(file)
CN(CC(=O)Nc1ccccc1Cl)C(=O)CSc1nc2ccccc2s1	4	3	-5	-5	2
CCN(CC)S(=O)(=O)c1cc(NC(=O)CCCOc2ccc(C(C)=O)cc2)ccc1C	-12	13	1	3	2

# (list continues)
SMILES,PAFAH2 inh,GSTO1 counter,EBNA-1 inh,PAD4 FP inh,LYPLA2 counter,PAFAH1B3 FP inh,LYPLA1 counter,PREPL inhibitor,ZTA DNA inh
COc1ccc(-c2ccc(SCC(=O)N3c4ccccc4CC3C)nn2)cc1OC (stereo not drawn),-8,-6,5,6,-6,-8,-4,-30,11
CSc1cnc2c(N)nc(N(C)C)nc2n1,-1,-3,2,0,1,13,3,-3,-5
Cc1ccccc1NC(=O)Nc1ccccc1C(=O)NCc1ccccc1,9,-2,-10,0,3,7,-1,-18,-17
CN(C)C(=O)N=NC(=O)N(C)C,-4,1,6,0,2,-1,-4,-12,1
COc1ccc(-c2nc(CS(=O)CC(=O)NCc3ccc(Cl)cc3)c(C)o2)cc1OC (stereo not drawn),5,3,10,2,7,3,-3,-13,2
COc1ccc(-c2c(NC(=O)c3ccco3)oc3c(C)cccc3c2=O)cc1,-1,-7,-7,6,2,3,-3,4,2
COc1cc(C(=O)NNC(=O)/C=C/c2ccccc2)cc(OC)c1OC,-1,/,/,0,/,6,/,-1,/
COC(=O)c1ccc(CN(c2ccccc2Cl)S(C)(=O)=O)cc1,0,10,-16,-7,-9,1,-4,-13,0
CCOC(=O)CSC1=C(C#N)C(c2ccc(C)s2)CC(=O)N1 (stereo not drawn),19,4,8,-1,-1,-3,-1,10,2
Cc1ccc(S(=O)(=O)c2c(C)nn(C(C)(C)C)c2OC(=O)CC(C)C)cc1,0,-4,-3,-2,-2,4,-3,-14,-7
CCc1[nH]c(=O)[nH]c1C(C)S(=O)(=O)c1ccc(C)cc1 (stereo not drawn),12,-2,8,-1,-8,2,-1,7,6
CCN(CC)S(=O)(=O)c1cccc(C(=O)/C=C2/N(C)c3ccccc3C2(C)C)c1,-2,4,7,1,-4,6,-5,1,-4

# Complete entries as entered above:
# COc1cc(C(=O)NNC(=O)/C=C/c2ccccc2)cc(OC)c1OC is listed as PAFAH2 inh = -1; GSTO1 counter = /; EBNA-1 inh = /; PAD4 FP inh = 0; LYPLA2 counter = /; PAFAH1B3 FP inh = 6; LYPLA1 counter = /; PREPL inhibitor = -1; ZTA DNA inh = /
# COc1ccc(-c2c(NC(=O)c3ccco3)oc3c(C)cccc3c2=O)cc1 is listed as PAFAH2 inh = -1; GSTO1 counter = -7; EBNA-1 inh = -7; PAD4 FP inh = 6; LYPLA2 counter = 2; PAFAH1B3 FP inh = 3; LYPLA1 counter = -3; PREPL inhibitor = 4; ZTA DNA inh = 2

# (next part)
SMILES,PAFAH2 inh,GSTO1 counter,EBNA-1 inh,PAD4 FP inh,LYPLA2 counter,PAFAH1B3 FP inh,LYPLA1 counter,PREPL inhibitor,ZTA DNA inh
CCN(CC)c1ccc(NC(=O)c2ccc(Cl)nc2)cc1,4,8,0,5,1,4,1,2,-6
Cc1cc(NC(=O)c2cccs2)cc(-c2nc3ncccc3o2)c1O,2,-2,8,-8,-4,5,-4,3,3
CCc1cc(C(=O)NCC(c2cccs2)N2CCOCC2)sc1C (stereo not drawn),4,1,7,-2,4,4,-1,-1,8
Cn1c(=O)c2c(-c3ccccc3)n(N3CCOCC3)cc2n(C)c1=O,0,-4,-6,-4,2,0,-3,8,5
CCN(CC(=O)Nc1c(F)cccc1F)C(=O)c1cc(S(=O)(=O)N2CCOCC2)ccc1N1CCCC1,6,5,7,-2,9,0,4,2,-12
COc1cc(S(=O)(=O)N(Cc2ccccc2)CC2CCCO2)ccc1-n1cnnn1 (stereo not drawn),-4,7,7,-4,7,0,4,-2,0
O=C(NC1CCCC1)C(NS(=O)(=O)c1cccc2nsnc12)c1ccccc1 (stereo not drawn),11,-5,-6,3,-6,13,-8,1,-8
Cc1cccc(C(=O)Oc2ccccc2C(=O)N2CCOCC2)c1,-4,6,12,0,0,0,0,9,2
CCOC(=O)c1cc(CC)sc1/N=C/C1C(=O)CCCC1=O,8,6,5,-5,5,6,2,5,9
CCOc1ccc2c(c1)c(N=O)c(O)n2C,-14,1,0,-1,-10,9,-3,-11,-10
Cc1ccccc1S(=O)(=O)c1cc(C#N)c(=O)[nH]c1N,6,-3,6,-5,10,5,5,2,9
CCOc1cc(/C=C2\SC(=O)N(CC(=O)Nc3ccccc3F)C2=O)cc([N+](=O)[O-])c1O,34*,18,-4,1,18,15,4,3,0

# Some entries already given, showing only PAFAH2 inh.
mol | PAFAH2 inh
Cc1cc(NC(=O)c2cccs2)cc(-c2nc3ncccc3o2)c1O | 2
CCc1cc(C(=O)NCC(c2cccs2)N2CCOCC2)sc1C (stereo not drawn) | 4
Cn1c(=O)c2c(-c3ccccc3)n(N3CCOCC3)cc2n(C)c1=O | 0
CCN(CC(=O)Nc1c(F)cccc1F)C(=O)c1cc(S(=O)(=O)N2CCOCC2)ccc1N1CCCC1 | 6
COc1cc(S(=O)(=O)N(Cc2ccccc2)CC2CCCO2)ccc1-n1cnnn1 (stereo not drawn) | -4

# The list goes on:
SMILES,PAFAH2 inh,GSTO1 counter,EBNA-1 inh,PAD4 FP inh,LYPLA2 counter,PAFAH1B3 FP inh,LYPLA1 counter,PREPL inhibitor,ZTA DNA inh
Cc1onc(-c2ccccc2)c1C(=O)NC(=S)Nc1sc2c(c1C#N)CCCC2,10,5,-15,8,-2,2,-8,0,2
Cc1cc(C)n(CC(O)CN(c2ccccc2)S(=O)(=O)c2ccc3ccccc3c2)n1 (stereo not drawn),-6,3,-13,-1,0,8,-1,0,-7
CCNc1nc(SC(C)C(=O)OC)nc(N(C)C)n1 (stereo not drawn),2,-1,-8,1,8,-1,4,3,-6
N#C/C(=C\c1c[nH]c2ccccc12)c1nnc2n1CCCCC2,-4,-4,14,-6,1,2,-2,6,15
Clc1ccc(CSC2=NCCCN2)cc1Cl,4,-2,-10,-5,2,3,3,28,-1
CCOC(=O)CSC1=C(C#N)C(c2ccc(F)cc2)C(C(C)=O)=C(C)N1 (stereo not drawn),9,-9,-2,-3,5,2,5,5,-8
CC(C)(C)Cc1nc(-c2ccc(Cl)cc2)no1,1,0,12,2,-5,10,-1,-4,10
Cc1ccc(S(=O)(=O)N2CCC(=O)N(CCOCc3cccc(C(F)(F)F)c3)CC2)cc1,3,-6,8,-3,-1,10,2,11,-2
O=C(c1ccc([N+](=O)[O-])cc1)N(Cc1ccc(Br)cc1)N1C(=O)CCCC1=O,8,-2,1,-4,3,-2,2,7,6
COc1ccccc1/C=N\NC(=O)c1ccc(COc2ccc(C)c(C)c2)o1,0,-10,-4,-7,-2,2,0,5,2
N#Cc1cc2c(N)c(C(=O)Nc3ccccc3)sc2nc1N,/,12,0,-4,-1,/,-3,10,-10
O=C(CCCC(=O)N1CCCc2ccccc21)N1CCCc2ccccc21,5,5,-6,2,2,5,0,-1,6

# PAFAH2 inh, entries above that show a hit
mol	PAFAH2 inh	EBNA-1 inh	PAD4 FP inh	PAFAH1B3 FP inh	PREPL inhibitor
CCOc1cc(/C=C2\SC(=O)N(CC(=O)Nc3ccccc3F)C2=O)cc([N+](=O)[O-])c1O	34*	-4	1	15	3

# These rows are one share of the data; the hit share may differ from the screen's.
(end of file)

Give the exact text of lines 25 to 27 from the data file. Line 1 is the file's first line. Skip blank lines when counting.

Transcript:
Cn1c(=O)c2c(-c3ccccc3)n(N3CCOCC3)cc2n(C)c1=O,0,-4,-6,-4,2,0,-3,8,5
CCN(CC(=O)Nc1c(F)cccc1F)C(=O)c1cc(S(=O)(=O)N2CCOCC2)ccc1N1CCCC1,6,5,7,-2,9,0,4,2,-12
COc1cc(S(=O)(=O)N(Cc2ccccc2)CC2CCCO2)ccc1-n1cnnn1 (stereo not drawn),-4,7,7,-4,7,0,4,-2,0